It has been a tumultuous week for equity markets with several large intraday swings indicating a volatile environment. The prospect of interest rate increases in both the US and Canada, with both the Fed and the Bank of Canada hinting that they could start raising rates at their next meetings in March, sent investors fleeing from risk markets into defensive havens.
In this environment, capital continued to rotate out of technology/momentum stocks, and cryptocurrencies with several markets staging significant breakdowns including the S&P 500, the Russell 2000, and Bitcoin. On the other hand, capital moved back into gold, the Japanese Yen and defensive US Dollar assets.
Earnings season continues and while results and the market reaction to them have generally been better than last weeks disappointments and selected massive plunges in stocks like Netflix and Peloton, overall, investor sentiment remains skittish with investors nervous about when or where the next shoe could drop.
The coming week brings us through the peak of earnings season for large cap US stocks tonight with the focus on Big Tech, Big Oil and Big Pharma. Headliners include Apple and Visa tonight, Chevron and Caterpillar tomorrow, Exxon on Tuesday and Alphabet and Meta (Google and Facebook) next Wednesday. Big Oil earnings in Canada (Imperial and Suncor) start later next week.
The coming week also brings the turn of the month and a number of economic reports, with investors likely to continue weighing indicators on the health of the economy versus indicators highlighting inflation pressures. Today for example, the decision was split between stronger than expected US Q4 GDP (6.9% vs street 5.5%), and higher than expected US Q4 GDP price inflation (7.0% vs street 6.0%).
In this issue of Equity Leaders Weekly, we take a look at the implications of a breakdown by the Russell 2000, and at the recent rise in US traded interest rates.
The broad-based small cap Russell 2000 Index (RLS.I) has been a key indicator of market breadth and direction for over a year now. In late 2020, the Russell breaking out to a new high and soaring form there confirmed previous breakouts by larger cap US indices like the NASDAQ, S&P 500 and S&P 100. In March of 2021 the Russell ran out of gas and became the standard-bearer of the broad sideways market that persisted through the rest of 2021 for the majority of stocks outside of a few big cap names.In November, things were looking good for the Russell 2000 as it broke out to a new high but this turned out to be a false breakout as the market quickly reversed back into its previous range in the November Thanksgiving Weekend crackup.This month, the Russell 2000 (RLS.I) has confirmed its previous bearish reversal by falling through the bottom of its previous sideways range near 2,130 and then plunging down toward 2000. A bearish Spread Triple Bottom pattern and a bearish Low Pole are currently active and it would take a rebound back up into the 2,130 to 2,150 area for investors to even think about calling them off. Next potential downside support appears in the 1,875 to 1,915 zone based on vertical and horizontal counts.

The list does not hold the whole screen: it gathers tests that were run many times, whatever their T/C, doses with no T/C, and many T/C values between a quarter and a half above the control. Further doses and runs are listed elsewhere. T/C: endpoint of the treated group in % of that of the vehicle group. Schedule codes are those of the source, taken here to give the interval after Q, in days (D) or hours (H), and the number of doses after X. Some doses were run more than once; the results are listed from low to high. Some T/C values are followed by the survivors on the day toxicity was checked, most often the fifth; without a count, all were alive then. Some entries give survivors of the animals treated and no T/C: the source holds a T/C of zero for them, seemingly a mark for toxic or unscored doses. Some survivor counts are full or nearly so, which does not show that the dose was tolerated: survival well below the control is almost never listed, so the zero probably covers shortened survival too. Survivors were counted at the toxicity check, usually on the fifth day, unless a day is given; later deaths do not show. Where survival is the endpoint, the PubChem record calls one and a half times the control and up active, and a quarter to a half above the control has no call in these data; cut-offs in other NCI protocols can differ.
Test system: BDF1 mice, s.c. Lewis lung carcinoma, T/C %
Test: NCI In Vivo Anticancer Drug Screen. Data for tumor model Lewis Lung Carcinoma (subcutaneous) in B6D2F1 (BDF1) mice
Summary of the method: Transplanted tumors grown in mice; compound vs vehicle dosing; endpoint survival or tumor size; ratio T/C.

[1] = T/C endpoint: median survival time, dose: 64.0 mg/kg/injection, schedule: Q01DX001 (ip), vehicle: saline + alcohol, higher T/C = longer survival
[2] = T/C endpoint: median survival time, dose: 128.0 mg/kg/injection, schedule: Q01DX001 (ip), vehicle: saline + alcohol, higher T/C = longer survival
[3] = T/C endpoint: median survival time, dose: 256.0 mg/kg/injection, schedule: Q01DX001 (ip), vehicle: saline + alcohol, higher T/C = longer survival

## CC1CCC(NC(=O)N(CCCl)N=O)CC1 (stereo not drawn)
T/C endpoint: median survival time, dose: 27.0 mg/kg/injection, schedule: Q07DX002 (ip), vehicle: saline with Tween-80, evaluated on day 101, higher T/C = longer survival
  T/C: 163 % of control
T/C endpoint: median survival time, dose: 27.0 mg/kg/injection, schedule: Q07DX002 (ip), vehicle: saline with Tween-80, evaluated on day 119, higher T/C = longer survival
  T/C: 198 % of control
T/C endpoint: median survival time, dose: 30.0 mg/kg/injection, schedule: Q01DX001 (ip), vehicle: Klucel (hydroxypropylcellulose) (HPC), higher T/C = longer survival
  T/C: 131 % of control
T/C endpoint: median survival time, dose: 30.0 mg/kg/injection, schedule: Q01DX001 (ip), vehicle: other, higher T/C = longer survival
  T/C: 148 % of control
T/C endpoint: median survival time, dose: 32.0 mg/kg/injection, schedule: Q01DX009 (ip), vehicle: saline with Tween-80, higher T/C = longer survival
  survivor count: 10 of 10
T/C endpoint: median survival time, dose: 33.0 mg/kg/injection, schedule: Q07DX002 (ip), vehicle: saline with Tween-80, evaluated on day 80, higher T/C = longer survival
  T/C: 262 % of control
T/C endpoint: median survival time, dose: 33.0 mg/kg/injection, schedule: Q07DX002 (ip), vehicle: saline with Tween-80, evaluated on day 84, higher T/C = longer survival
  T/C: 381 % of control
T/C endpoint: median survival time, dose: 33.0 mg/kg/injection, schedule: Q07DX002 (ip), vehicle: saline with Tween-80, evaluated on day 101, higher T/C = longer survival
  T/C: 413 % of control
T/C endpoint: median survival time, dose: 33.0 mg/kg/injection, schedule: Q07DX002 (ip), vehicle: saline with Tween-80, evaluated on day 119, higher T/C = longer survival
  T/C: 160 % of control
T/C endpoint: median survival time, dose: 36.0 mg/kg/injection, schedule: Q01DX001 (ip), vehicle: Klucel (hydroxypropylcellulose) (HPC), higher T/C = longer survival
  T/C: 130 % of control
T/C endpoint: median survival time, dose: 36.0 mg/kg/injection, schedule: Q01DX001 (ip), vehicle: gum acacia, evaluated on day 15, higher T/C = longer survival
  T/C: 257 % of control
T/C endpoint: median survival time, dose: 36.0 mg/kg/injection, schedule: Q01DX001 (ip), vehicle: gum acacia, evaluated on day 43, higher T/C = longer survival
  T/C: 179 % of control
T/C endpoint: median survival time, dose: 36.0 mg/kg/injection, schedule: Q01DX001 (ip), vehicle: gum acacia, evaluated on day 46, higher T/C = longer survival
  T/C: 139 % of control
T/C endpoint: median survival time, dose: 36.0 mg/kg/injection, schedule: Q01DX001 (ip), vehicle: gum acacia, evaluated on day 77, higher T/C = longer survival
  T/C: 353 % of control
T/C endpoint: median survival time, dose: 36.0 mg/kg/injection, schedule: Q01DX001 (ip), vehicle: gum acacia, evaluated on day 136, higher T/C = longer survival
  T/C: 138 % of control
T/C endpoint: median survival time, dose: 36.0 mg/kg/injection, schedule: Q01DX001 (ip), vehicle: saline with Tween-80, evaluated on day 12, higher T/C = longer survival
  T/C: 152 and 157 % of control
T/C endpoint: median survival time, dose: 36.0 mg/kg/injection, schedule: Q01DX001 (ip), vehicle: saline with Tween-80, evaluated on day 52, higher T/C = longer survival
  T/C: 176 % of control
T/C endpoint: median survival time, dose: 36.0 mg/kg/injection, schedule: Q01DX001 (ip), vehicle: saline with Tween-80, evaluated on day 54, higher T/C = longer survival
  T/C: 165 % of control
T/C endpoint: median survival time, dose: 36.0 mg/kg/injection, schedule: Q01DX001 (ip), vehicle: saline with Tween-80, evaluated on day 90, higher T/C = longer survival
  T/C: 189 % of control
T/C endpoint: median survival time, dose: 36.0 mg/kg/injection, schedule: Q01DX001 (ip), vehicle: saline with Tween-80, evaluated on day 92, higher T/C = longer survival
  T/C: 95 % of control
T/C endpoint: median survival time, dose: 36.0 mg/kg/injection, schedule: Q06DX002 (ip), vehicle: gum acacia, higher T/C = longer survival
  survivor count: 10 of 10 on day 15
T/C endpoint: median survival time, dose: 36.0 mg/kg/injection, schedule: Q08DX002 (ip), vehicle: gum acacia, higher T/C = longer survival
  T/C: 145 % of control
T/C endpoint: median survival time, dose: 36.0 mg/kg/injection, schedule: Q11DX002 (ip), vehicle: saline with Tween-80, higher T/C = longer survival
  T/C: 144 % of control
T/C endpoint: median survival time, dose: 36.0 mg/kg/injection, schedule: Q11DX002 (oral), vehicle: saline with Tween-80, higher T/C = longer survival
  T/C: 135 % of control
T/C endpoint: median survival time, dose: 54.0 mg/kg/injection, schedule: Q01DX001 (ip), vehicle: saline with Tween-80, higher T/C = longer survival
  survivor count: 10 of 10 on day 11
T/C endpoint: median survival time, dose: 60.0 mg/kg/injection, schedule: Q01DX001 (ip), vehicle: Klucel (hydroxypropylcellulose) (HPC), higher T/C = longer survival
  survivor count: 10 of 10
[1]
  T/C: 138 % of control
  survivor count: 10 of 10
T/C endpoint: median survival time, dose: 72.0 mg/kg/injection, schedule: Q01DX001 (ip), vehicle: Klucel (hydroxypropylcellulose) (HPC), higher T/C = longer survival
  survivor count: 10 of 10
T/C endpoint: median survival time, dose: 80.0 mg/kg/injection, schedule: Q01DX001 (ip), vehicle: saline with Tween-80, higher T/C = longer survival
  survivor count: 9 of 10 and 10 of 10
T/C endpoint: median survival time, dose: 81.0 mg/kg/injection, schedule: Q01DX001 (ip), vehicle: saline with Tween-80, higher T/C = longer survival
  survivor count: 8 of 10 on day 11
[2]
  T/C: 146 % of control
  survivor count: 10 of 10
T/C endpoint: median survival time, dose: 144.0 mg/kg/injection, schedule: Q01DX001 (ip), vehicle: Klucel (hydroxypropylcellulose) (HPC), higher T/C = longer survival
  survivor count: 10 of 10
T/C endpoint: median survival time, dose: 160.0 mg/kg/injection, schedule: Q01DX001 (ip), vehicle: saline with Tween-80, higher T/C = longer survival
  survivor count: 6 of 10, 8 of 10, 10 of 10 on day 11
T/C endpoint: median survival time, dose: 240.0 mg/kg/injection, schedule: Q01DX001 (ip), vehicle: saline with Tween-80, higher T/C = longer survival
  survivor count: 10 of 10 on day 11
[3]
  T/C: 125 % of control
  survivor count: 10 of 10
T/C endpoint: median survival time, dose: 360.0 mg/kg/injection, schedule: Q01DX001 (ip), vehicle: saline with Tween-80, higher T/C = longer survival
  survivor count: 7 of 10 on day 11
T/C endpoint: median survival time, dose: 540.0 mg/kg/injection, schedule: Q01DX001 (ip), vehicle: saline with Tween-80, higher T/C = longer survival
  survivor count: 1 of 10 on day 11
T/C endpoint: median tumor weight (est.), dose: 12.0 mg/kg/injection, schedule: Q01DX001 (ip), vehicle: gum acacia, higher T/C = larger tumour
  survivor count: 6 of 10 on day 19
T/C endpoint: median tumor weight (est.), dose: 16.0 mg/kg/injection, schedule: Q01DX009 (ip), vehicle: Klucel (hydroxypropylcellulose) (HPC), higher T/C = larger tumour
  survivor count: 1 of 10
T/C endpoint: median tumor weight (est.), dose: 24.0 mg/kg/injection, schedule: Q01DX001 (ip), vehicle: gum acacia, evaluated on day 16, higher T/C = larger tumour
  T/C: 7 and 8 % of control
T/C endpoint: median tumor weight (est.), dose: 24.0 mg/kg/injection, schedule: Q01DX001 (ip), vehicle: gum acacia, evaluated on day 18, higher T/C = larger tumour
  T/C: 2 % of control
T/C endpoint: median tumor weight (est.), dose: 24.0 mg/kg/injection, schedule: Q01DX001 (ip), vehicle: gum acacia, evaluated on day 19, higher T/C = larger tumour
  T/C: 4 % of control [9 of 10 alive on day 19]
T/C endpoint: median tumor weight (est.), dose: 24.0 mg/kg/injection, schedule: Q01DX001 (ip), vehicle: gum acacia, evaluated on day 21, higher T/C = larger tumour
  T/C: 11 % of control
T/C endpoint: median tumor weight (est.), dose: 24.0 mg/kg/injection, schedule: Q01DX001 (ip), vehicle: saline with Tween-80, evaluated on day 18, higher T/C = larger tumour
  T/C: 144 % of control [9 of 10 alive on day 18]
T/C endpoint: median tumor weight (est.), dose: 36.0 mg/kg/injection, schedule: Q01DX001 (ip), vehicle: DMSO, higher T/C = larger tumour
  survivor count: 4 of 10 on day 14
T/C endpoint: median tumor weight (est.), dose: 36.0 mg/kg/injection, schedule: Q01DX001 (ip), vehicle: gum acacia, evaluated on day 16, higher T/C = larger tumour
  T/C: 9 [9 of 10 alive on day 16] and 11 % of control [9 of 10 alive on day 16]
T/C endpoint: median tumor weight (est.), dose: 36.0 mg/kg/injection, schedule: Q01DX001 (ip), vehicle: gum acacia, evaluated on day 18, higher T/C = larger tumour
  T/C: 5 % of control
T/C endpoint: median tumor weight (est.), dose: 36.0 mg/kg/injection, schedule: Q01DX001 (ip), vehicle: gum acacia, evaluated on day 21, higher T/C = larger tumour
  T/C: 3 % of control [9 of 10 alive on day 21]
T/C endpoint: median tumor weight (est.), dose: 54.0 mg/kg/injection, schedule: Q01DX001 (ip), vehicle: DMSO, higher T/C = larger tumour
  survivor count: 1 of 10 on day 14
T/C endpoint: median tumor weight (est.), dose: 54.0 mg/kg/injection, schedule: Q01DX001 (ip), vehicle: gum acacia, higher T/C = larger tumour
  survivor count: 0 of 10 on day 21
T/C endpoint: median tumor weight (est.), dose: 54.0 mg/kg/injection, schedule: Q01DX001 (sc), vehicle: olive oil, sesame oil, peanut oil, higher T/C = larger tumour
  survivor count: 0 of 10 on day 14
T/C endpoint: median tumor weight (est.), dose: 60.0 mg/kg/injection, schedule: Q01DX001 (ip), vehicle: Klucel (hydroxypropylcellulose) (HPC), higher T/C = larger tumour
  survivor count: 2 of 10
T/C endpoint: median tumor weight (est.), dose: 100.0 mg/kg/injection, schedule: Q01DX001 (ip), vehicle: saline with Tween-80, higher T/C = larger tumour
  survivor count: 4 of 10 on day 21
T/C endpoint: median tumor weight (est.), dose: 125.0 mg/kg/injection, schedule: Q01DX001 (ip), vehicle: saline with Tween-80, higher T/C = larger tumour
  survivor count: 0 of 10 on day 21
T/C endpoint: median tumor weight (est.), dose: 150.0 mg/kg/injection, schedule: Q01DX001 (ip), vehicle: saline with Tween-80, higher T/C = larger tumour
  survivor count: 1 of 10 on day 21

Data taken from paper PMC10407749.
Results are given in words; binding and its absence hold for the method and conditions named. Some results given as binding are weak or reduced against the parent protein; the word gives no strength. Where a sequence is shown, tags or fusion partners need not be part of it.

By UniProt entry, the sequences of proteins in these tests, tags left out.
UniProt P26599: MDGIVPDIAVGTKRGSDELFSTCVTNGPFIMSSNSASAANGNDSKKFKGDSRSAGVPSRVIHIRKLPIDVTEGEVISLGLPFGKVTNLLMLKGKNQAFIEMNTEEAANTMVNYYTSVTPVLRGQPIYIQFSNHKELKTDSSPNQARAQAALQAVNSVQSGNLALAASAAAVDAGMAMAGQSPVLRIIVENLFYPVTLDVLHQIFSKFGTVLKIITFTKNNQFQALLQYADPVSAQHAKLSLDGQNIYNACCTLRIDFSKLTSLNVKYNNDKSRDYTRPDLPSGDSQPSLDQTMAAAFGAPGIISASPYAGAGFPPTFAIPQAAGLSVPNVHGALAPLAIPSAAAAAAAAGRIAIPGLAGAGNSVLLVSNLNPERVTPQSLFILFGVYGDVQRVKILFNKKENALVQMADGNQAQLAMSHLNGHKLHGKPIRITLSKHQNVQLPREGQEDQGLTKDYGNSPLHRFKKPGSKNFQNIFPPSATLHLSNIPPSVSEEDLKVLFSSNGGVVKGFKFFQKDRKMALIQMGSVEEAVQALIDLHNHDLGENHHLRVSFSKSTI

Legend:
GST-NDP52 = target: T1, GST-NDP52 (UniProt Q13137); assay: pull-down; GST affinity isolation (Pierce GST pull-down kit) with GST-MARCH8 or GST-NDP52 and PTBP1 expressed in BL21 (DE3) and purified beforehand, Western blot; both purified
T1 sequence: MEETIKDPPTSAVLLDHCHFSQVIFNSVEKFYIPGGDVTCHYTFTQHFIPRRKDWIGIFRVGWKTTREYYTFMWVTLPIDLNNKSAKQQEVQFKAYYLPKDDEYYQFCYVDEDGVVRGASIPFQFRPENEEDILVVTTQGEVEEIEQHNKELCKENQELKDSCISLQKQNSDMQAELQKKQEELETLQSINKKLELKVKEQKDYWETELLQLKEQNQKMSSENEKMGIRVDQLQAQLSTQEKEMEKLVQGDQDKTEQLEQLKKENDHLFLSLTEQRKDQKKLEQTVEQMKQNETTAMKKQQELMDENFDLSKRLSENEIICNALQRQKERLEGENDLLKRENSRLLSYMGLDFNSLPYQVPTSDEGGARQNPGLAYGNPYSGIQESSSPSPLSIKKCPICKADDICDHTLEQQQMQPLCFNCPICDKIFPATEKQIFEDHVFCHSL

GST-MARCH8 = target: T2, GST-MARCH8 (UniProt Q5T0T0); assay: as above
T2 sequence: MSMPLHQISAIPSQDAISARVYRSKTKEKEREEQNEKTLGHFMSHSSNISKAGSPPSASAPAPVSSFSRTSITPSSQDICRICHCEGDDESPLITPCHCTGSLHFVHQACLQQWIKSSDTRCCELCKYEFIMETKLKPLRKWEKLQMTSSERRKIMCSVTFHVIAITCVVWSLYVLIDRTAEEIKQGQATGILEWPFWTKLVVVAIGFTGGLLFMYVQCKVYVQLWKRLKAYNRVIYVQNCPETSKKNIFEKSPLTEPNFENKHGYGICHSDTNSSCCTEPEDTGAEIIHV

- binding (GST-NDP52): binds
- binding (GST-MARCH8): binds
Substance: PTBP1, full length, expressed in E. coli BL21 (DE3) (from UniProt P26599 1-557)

One of the reasons that stock markets have come under pressure previously and lately is the rise in US traded interest rates, the CBOE 10-year interest rate (TNX.I) for example. Much of the cheap, easy stimulus money unleased over the last two years has found its way into stocks and other trading markets like cryptocurrencies. With stimulus programs ending and the cost of borrowing money about to climb as central banks raise interest rates, it comes as no surprise that investor enthusiasm for risk has faded. TNX.I can be seen as an indicator of where investors think interest rates are heading in the coming years and significant changes appear to coincide with changes in stock market trends as well. Last year, the downshift in trend for the Russell 2000 and many stocks outside of the mega caps coincided with a spike in TNX.I rom near 1.00% toward 1.75%. This month, TNX.I has broken out again, completing bullish Triple Top and Spread Double Top breakouts and launching toward 1.90%, its highest levels since late 2019. This spike has coincided with the recent breakdown by RLS.I highlighted earlier. The next key psychological test for TNX.I appears near the 2.00% round number, which is also the long-term inflation/interest rate target for many central banks, after that resistance appears in the 2.25% to 2.35% range.
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